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HOME  > Past issues  > 2019 May 8 - 14  > Foreign Minister expresses his intention to review overseas aid to coal-fired power station projects
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2019 May 8 - 14 [SOCIAL ISSUES]

Foreign Minister expresses his intention to review overseas aid to coal-fired power station projects

May 10, 2019

Foreign Minister Kono Taro on May 9 said that in line with international trends, the government will review its policy on providing financial assistance to foreign coal-fired thermal power generation projects. The current policy is facing a growing international criticism for going against global efforts to tackle climate change.

Kono made this remark in response to questioning by Japanese Communist Party lawmaker Inoue Satoshi at a House of Councilors Foreign Affairs Committee meeting. Inoue grilled the government in regard to a project to retrofit a coal-fired thermal power plant in Indonesia with Japanese government loans through the Japan International Cooperation Agency (JICA). He pointed out that part of the construction project is being carried out in violation of relevant Indonesian laws and that local opposition to the project is mounting.

Kono said that the Foreign Ministry will look into the matter and take necessary measures without leaving it to JICA.

The Indonesian government-owned company PLN is pushing forward with the coal-fueled power station expansion project in West Java. The local environment bureau has recognized that part of the project, the construction of a substation, is illegal, issuing an order for suspension. Nevertheless, the project continues.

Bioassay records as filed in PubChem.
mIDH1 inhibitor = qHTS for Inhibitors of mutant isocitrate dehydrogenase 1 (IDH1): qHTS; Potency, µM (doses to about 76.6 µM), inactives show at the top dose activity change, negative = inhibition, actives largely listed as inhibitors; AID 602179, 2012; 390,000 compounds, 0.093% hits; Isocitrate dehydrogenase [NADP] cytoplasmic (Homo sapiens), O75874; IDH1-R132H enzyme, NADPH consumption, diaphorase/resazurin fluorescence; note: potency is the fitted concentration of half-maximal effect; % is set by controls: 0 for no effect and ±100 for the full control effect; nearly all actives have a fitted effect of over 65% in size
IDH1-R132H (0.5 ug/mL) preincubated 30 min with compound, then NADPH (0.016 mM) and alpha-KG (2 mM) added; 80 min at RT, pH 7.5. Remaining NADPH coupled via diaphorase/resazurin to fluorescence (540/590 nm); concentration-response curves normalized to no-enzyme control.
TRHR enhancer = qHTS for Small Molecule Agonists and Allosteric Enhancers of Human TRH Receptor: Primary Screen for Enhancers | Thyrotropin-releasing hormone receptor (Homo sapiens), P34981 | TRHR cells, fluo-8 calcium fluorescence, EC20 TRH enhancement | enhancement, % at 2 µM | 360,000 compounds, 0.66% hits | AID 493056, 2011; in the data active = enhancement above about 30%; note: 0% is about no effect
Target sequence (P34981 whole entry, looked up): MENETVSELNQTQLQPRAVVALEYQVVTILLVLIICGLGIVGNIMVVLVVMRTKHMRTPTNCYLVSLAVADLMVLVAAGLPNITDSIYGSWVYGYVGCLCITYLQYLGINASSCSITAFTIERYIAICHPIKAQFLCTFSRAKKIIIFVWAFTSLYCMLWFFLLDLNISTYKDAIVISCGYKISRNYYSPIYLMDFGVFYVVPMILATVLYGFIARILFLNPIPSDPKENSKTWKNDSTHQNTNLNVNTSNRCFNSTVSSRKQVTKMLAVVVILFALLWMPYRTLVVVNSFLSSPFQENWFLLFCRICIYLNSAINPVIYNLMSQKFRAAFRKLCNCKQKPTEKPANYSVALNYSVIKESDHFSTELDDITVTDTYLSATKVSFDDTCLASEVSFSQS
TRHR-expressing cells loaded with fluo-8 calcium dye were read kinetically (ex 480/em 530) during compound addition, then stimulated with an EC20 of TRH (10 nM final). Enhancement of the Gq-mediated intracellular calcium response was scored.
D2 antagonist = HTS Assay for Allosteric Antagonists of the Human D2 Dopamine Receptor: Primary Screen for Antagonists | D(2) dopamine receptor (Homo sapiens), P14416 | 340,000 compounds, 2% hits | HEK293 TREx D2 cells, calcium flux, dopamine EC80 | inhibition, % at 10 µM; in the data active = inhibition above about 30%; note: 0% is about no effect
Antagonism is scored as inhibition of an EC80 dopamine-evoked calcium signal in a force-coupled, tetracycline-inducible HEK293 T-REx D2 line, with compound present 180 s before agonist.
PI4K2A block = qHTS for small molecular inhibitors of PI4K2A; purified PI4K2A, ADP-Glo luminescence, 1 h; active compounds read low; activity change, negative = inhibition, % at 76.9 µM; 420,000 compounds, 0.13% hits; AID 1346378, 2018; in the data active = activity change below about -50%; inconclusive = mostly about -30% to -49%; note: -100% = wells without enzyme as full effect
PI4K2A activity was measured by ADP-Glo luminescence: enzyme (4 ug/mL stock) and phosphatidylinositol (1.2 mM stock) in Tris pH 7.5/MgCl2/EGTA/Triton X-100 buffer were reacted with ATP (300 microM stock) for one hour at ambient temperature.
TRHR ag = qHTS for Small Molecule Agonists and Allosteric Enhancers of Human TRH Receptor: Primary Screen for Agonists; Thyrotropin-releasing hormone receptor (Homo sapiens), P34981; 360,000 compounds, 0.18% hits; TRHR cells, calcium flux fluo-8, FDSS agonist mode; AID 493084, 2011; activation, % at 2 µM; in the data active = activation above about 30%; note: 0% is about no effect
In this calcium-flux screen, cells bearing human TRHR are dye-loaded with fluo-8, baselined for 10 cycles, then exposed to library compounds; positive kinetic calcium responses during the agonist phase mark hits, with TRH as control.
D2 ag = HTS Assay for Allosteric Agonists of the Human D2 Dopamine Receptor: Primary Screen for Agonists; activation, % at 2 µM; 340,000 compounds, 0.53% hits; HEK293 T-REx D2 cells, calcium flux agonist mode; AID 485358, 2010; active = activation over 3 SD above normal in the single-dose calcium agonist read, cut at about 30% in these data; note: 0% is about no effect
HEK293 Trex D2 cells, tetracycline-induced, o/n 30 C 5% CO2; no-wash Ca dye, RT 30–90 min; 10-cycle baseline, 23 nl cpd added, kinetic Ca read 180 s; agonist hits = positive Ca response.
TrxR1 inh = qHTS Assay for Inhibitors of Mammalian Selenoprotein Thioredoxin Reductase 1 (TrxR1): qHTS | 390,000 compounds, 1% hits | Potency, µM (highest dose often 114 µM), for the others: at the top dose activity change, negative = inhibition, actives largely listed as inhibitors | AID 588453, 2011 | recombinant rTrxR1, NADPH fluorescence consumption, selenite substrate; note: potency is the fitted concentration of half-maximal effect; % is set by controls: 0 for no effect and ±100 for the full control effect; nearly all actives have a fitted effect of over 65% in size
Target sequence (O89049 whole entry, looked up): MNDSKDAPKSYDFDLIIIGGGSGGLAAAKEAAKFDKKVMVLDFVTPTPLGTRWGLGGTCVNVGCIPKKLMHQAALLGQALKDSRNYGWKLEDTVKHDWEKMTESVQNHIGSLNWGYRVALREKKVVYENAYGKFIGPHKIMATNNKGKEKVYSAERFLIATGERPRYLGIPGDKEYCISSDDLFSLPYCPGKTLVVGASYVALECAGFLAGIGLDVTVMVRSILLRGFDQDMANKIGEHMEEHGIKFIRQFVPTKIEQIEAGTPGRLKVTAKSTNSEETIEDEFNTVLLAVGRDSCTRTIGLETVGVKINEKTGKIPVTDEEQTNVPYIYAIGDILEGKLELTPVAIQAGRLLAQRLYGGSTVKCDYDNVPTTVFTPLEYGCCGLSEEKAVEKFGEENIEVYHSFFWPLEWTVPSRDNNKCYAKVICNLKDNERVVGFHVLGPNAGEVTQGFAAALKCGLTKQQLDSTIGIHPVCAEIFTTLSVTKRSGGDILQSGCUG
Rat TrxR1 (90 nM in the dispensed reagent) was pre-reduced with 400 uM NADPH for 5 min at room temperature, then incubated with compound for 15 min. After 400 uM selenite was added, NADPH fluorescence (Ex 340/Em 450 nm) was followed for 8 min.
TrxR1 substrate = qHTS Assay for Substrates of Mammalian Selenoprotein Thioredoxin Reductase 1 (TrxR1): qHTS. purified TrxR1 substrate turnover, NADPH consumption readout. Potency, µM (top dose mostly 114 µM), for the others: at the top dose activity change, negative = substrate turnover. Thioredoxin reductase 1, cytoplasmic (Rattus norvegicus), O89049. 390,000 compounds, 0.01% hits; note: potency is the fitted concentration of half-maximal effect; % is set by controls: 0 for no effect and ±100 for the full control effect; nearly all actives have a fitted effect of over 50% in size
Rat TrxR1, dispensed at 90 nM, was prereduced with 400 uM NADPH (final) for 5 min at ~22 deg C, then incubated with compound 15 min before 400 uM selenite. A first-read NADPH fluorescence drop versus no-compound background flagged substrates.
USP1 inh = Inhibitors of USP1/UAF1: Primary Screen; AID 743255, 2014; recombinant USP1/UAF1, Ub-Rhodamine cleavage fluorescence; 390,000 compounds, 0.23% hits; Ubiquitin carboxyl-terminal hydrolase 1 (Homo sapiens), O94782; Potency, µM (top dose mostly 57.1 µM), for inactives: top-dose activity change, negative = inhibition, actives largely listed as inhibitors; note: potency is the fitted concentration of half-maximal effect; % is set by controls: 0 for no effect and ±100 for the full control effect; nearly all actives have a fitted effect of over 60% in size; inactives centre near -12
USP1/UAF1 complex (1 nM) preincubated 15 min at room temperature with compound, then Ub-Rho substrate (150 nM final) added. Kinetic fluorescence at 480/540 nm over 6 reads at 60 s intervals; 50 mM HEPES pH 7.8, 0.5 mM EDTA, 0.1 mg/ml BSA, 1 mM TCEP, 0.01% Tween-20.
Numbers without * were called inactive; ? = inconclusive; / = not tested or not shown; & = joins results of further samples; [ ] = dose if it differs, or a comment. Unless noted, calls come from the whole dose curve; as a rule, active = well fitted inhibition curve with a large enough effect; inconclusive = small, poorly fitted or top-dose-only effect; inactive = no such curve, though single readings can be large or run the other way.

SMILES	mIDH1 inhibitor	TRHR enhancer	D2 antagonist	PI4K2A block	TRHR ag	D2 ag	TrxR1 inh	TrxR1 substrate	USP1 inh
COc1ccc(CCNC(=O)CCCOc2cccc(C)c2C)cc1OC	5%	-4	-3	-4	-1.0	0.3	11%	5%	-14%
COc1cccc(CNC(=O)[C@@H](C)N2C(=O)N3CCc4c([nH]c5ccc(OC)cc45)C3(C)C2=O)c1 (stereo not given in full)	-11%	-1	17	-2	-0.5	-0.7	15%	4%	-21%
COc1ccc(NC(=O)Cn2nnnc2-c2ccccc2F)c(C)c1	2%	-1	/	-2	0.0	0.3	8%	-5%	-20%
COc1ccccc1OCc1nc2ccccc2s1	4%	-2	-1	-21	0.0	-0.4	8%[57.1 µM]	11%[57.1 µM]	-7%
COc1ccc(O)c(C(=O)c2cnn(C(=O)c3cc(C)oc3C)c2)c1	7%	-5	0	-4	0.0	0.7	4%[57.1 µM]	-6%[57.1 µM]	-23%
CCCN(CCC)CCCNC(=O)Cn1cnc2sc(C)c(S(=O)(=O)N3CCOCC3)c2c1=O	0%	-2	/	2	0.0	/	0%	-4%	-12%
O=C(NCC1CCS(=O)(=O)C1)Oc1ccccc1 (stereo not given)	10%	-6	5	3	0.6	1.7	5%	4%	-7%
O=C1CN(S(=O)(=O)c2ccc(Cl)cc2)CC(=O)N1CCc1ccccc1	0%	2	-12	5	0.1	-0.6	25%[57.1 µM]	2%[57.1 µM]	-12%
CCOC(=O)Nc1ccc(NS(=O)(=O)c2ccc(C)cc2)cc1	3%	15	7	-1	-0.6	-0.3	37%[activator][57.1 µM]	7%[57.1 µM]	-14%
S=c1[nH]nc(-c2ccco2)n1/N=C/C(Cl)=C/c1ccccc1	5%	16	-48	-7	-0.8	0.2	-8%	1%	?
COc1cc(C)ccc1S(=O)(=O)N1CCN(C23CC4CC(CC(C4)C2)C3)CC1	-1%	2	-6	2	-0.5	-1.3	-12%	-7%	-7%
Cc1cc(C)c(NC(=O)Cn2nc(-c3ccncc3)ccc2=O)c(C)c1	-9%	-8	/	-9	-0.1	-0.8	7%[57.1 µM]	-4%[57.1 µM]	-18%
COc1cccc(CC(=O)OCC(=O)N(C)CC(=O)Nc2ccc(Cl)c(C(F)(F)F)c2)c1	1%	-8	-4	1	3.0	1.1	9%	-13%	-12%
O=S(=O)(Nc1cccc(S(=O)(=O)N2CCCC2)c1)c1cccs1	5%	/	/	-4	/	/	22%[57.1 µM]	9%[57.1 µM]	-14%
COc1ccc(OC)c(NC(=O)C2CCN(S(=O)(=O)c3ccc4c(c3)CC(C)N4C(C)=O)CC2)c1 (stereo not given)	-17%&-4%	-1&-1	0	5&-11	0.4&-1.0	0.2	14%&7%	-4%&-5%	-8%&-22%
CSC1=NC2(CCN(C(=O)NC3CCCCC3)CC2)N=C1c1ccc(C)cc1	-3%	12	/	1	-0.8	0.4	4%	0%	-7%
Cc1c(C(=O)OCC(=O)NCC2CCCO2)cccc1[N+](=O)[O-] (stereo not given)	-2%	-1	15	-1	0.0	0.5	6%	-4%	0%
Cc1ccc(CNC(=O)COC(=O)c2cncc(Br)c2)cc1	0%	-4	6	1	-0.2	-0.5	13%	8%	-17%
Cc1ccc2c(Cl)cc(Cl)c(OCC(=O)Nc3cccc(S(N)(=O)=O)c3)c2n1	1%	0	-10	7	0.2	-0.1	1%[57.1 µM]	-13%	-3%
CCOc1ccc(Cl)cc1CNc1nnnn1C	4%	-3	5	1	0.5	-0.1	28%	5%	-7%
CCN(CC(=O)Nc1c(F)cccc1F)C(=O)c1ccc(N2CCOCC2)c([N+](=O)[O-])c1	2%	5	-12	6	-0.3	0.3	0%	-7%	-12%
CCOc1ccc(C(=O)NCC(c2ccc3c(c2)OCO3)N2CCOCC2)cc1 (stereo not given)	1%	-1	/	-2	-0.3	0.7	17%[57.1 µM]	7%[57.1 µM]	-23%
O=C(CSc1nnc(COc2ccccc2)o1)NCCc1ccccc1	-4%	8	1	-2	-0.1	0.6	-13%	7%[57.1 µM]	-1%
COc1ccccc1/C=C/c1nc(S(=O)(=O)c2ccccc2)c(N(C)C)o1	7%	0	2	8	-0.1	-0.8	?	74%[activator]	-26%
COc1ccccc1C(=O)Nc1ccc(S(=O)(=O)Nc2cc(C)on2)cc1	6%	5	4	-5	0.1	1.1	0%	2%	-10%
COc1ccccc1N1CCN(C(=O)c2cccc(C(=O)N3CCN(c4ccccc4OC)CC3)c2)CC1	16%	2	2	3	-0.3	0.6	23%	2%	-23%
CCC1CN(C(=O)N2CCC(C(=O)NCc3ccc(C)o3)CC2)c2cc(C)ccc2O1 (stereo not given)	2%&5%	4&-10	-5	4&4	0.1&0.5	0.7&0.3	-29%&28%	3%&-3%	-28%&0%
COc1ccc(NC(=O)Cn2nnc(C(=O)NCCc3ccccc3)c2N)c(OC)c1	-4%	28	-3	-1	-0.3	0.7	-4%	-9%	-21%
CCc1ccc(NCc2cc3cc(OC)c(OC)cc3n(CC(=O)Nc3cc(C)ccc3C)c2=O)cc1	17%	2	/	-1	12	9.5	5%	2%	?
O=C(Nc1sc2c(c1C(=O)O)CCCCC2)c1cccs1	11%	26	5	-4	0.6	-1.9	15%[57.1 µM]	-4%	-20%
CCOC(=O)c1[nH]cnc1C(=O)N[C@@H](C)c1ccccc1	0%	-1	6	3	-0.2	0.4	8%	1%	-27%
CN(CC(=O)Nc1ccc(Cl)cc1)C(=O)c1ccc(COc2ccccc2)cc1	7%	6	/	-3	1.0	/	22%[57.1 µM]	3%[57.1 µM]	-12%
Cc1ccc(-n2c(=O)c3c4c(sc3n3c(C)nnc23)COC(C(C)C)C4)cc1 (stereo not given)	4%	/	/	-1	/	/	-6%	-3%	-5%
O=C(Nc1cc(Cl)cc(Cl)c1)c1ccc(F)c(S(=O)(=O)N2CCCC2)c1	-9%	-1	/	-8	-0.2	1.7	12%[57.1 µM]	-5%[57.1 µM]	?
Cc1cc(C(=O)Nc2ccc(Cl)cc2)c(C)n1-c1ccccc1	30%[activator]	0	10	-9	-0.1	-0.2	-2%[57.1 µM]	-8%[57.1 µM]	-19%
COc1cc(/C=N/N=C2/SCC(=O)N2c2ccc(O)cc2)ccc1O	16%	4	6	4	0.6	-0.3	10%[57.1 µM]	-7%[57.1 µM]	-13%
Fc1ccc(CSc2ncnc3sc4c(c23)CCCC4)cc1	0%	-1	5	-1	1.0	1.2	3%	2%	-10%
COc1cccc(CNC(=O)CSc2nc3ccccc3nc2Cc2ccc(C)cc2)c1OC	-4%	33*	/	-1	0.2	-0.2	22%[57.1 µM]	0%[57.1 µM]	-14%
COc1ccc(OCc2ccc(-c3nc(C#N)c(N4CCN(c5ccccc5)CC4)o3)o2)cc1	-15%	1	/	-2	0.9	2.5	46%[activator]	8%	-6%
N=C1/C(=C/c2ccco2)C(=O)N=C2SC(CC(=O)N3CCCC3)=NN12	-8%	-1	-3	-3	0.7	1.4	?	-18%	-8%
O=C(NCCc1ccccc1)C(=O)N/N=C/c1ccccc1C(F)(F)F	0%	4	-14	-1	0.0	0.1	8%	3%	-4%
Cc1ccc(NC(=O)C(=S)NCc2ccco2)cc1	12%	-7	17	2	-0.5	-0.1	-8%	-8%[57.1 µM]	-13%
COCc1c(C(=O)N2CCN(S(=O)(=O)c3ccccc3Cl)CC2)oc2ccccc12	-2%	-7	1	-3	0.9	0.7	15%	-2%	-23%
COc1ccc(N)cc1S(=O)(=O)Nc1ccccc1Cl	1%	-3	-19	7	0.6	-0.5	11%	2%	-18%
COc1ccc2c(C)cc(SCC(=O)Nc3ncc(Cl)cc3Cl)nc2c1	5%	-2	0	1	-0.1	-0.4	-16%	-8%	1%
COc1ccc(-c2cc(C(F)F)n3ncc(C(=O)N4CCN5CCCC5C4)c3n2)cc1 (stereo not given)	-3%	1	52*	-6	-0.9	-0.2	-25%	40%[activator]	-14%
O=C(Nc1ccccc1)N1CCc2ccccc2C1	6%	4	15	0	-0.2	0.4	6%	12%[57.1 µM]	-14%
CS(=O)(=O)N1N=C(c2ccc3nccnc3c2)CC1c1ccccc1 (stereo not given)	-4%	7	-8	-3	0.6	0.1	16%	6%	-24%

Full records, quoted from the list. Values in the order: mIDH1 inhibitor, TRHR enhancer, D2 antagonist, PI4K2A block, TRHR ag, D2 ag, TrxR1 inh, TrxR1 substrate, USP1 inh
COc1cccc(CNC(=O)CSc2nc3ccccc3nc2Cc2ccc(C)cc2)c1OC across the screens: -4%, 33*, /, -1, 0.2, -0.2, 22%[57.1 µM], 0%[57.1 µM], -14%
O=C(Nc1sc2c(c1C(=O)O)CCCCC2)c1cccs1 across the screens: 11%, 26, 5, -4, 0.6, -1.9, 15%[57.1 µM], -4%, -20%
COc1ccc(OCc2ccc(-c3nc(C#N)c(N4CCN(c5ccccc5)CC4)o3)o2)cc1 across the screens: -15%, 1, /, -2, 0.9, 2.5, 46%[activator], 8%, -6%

JICA lent a total of 615 million yen to the PLN to help cover costs for designing new facilities in the West Java power plant, including the substation in question. However, JICA does not have detailed information about the design of the substation or how the money was spent.

Inoue criticized JICA and urged the government to disclose in full information regarding the design in order to investigate the connection between the JICA loans and the illegal construction work.

In addition to its high rate of carbon emissions, the eight-year-old thermal power station in West Java has been criticized for damaging the natural environment and posing health hazards to local residents. Residents are speaking out against the project of expanding the power plant, claiming that it will further worsen the adverse effects. They are facing police crackdowns and some residents were unjustly arrested in violation of their human rights.

A group of opponents in April came to Japan to urge the Japanese government to stop financing the controversial project.

Past related articles:
> Indonesian farmers opposing coal-fired power plant project ask for JCP assistance [April 11&13, 2019]
> JCP protests gov’t-funded bank decision to finance environmentally damaging project [April 22, 2017]
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